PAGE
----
I’ve been called the master of the awkward moment. I have the ability to make any situation overly awkward and uncomfortable, mostly because of my innate talent at saying the wrong thing at the wrong time, or simply saying anything at all. A friend of mine dyed his hair black with bleached-blond spots, and my missing this-is-appropriate-filter permitted me to inform him that he looked like a skunk.
But I believe the awkward moment is beneficial to social settings. Let me articulate: First, the awkward moment always brings people together. As a group, you share in something that no other people will ever be able to recreate, and probably wouldn’t want to recreate.
Secondly, the awkward moment can relieve tension in otherwise uncomfortable situations by creating an alternative place to focus the conversation’s attention. Example: meeting new people can often be uncomfortable and make one quite nervous. My solution is to tell the story about the time when I was five and I peed in my backyard like a dog and my mom had to hose me off on the patio. People immediately forget that they had nothing to talk about, suddenly everyone wants to call my mom to confirm the facts, and I’ve made new friends.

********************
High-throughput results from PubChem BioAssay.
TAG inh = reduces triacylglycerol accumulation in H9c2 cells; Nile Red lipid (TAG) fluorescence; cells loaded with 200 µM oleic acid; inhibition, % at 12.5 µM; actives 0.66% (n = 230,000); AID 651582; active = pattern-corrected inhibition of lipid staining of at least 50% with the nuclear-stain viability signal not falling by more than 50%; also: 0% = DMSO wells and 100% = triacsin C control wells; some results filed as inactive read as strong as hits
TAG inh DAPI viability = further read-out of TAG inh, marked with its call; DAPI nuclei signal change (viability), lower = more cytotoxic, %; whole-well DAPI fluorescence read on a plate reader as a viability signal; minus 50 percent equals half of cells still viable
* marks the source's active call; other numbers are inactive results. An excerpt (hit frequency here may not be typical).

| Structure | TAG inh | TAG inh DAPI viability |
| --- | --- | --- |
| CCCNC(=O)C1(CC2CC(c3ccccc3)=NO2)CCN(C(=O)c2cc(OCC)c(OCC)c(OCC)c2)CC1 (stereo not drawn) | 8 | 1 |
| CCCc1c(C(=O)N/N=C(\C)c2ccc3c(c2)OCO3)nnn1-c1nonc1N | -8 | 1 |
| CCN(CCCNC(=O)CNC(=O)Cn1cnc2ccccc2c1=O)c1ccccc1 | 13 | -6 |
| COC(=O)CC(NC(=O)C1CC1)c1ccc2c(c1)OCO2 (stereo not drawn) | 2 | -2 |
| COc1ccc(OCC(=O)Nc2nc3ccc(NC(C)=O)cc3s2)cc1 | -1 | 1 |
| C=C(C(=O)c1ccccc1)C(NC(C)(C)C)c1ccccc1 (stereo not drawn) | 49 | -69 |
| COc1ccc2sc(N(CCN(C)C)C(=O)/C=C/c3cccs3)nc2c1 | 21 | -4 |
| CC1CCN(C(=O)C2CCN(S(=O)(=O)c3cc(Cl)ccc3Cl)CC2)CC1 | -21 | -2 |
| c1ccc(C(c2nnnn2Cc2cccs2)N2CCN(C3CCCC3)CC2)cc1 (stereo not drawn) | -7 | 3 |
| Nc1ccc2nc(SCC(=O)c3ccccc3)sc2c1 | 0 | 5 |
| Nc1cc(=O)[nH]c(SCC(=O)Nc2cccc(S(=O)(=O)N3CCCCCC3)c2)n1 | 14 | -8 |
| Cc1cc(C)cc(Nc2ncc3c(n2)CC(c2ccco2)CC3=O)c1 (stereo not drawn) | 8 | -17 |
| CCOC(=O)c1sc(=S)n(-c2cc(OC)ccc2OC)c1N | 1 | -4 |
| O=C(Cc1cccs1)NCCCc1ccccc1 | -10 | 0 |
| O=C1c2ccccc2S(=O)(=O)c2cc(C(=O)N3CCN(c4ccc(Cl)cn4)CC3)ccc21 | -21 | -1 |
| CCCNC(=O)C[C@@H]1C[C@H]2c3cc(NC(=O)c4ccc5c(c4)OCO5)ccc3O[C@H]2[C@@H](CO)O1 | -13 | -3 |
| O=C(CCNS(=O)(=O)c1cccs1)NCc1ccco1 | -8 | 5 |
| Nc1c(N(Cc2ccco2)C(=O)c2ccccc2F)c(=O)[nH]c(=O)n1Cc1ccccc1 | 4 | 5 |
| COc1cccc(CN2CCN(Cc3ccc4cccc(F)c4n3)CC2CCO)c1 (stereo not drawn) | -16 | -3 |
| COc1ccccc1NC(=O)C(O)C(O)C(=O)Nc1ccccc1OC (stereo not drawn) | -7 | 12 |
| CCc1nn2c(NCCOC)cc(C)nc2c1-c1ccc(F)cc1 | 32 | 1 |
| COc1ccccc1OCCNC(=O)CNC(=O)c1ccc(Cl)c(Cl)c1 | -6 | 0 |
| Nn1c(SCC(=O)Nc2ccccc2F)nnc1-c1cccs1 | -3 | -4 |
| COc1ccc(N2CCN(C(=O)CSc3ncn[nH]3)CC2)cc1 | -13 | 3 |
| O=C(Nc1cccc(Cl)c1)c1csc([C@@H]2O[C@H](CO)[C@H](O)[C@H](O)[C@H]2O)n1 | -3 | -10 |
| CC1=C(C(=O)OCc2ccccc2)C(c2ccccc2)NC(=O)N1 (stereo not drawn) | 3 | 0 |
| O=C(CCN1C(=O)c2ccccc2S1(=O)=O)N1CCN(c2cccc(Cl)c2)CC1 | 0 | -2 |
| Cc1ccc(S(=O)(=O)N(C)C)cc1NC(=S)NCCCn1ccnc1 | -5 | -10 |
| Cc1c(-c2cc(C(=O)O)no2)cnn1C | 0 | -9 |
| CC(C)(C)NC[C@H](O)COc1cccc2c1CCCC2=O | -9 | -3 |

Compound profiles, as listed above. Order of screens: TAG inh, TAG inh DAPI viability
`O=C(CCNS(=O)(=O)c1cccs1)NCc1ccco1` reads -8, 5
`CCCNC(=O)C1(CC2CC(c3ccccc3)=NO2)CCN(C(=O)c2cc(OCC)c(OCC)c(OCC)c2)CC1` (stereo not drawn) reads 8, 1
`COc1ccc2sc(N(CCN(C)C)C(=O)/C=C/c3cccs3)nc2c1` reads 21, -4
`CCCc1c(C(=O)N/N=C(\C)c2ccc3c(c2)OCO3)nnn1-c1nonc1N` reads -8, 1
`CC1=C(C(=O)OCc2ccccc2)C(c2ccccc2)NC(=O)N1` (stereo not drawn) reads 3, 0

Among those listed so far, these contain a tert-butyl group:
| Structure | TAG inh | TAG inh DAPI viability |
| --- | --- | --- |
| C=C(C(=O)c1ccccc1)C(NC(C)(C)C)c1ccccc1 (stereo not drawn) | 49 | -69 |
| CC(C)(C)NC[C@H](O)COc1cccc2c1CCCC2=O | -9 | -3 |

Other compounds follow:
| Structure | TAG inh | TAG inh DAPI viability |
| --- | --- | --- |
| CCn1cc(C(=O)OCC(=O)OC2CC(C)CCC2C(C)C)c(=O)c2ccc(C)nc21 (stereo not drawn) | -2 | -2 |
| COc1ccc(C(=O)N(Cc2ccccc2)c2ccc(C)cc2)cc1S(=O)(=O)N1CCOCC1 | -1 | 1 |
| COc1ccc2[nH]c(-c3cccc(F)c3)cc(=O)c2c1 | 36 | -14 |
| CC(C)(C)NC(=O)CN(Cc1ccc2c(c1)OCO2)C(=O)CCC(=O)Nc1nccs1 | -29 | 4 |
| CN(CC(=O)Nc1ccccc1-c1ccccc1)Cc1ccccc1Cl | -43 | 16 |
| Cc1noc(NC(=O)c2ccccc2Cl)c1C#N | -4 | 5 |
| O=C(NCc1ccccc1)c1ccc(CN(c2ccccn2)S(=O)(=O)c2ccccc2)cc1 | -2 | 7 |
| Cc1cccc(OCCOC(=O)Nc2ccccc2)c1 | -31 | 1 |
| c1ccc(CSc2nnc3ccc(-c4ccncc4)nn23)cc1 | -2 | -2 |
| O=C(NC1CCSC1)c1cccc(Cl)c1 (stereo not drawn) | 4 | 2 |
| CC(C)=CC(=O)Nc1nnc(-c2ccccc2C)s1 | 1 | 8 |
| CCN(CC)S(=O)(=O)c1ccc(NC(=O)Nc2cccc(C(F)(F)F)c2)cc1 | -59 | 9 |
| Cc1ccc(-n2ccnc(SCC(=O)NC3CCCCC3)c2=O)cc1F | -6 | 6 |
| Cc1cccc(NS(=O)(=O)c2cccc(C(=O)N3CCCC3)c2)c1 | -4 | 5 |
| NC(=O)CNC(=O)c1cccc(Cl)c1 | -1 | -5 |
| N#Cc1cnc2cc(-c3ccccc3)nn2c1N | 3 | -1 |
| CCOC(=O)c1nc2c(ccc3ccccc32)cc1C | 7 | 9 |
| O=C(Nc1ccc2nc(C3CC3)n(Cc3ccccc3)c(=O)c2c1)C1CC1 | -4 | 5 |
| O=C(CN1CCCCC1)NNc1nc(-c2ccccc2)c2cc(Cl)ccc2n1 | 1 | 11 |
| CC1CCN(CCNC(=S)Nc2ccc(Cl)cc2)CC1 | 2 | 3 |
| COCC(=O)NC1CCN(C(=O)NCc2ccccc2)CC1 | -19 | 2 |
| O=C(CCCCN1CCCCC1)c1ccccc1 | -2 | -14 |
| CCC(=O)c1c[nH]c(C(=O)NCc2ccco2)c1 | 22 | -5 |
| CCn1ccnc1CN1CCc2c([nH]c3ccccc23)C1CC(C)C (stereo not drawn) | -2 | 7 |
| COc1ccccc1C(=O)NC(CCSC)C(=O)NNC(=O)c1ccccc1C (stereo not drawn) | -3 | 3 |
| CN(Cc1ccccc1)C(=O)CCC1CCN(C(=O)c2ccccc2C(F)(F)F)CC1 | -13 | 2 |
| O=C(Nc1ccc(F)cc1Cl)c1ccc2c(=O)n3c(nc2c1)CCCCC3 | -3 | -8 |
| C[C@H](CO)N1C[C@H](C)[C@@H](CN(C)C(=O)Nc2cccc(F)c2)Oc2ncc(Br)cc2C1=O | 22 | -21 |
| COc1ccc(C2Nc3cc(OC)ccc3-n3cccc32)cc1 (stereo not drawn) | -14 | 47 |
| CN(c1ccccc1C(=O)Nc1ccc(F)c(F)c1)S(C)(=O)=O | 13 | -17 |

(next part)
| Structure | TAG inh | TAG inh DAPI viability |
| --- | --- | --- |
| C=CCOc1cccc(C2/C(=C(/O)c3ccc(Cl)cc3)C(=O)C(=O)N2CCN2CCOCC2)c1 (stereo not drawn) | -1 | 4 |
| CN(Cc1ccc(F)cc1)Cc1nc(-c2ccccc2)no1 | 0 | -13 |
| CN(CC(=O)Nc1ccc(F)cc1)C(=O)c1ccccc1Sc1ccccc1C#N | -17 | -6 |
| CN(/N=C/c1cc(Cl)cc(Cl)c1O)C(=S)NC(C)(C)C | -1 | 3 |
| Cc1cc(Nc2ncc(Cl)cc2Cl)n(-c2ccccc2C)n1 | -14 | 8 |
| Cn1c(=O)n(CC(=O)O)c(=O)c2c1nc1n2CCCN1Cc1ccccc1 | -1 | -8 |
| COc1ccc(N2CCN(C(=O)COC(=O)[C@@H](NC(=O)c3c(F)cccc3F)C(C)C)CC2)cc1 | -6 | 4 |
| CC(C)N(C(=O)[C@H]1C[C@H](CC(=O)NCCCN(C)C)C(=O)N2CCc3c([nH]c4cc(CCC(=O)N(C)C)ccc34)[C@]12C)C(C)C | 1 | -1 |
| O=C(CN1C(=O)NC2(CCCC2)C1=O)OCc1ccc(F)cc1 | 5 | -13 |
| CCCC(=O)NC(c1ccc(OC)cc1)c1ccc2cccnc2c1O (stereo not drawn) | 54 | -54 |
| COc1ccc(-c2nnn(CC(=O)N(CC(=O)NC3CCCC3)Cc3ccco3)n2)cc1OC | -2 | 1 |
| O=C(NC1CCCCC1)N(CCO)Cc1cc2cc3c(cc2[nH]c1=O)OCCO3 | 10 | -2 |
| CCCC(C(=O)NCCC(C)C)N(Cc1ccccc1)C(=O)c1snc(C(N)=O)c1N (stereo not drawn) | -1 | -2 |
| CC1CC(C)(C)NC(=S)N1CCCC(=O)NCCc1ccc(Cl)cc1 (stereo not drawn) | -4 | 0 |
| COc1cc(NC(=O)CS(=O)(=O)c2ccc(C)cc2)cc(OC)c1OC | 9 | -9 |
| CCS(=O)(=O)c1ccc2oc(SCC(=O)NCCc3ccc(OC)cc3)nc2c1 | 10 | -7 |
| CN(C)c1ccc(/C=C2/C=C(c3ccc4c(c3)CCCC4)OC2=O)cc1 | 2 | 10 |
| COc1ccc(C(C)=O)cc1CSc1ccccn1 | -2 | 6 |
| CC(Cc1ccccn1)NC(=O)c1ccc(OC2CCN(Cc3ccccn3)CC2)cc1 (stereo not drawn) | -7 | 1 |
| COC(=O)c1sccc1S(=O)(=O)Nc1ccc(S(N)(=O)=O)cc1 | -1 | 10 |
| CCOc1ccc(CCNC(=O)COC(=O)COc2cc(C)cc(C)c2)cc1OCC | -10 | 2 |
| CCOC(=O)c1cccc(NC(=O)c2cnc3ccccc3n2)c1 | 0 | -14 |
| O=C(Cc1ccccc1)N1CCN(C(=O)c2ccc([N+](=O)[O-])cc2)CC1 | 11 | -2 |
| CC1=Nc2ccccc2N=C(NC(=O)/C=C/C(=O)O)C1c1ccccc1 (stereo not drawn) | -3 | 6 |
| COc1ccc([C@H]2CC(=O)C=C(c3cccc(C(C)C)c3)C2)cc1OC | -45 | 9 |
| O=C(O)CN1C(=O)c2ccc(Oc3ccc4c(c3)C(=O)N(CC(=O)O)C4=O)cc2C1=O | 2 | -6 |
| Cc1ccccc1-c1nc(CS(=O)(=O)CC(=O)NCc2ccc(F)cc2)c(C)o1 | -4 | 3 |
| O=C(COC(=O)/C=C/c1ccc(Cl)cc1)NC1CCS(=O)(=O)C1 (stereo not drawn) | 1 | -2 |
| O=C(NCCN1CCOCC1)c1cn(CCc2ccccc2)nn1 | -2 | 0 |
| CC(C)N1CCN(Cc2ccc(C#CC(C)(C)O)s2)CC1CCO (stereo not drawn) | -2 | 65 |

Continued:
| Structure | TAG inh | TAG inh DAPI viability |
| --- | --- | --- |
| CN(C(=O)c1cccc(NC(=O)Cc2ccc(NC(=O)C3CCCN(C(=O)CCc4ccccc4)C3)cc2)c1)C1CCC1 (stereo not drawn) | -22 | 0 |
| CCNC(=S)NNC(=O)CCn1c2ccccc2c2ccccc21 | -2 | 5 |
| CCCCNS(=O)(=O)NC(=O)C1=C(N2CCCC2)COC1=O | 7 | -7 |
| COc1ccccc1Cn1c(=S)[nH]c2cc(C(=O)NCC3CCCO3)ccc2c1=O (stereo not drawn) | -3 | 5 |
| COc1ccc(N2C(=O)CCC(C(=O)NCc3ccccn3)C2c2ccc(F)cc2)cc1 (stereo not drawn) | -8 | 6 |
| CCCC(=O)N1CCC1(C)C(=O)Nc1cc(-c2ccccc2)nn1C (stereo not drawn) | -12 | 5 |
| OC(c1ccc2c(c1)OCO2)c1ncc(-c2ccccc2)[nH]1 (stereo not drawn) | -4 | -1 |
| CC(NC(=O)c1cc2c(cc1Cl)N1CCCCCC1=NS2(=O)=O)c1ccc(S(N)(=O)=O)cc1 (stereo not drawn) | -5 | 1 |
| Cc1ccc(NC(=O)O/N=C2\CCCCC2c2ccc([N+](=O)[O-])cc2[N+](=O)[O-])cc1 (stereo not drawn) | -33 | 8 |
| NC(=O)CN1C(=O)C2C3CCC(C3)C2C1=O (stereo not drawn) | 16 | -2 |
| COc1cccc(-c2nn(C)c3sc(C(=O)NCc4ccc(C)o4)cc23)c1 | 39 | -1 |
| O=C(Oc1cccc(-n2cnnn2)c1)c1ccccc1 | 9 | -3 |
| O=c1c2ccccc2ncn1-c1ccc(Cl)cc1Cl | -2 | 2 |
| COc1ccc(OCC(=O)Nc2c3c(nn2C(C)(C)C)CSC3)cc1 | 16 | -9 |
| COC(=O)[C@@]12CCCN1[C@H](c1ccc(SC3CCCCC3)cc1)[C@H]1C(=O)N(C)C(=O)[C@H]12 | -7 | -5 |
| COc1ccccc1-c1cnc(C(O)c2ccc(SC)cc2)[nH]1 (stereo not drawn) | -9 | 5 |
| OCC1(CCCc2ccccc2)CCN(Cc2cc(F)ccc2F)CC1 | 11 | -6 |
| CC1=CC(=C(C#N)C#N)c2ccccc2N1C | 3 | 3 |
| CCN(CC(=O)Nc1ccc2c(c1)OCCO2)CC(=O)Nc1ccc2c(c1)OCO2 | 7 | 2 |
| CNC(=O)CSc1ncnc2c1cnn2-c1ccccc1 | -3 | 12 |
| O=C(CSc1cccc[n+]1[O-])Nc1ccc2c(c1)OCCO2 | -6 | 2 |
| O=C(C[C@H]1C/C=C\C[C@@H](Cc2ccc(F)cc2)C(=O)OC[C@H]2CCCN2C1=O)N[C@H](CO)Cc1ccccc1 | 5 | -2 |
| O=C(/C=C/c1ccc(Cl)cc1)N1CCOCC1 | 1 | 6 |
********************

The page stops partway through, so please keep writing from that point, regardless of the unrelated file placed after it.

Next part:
The awkward moment provides a memory that is easily humorous at a later time. One time, I openly stated my belief that someone’s bleached hair made him look like a dirty Q-tip. I quickly slapped my hand over my mouth like a badly rehearsed scene in a farcical movie. Again, my inappropriateness led to a situation in which everyone got the last laugh. To this day, whenever we see him, a giggle spews out of our mouths like lava from a volcano in turmoil.
I pride myself on being the queen of awkward moments. I probably wouldn’t have as many good friends as I do if that weren’t so—people secretly love awkward moments.
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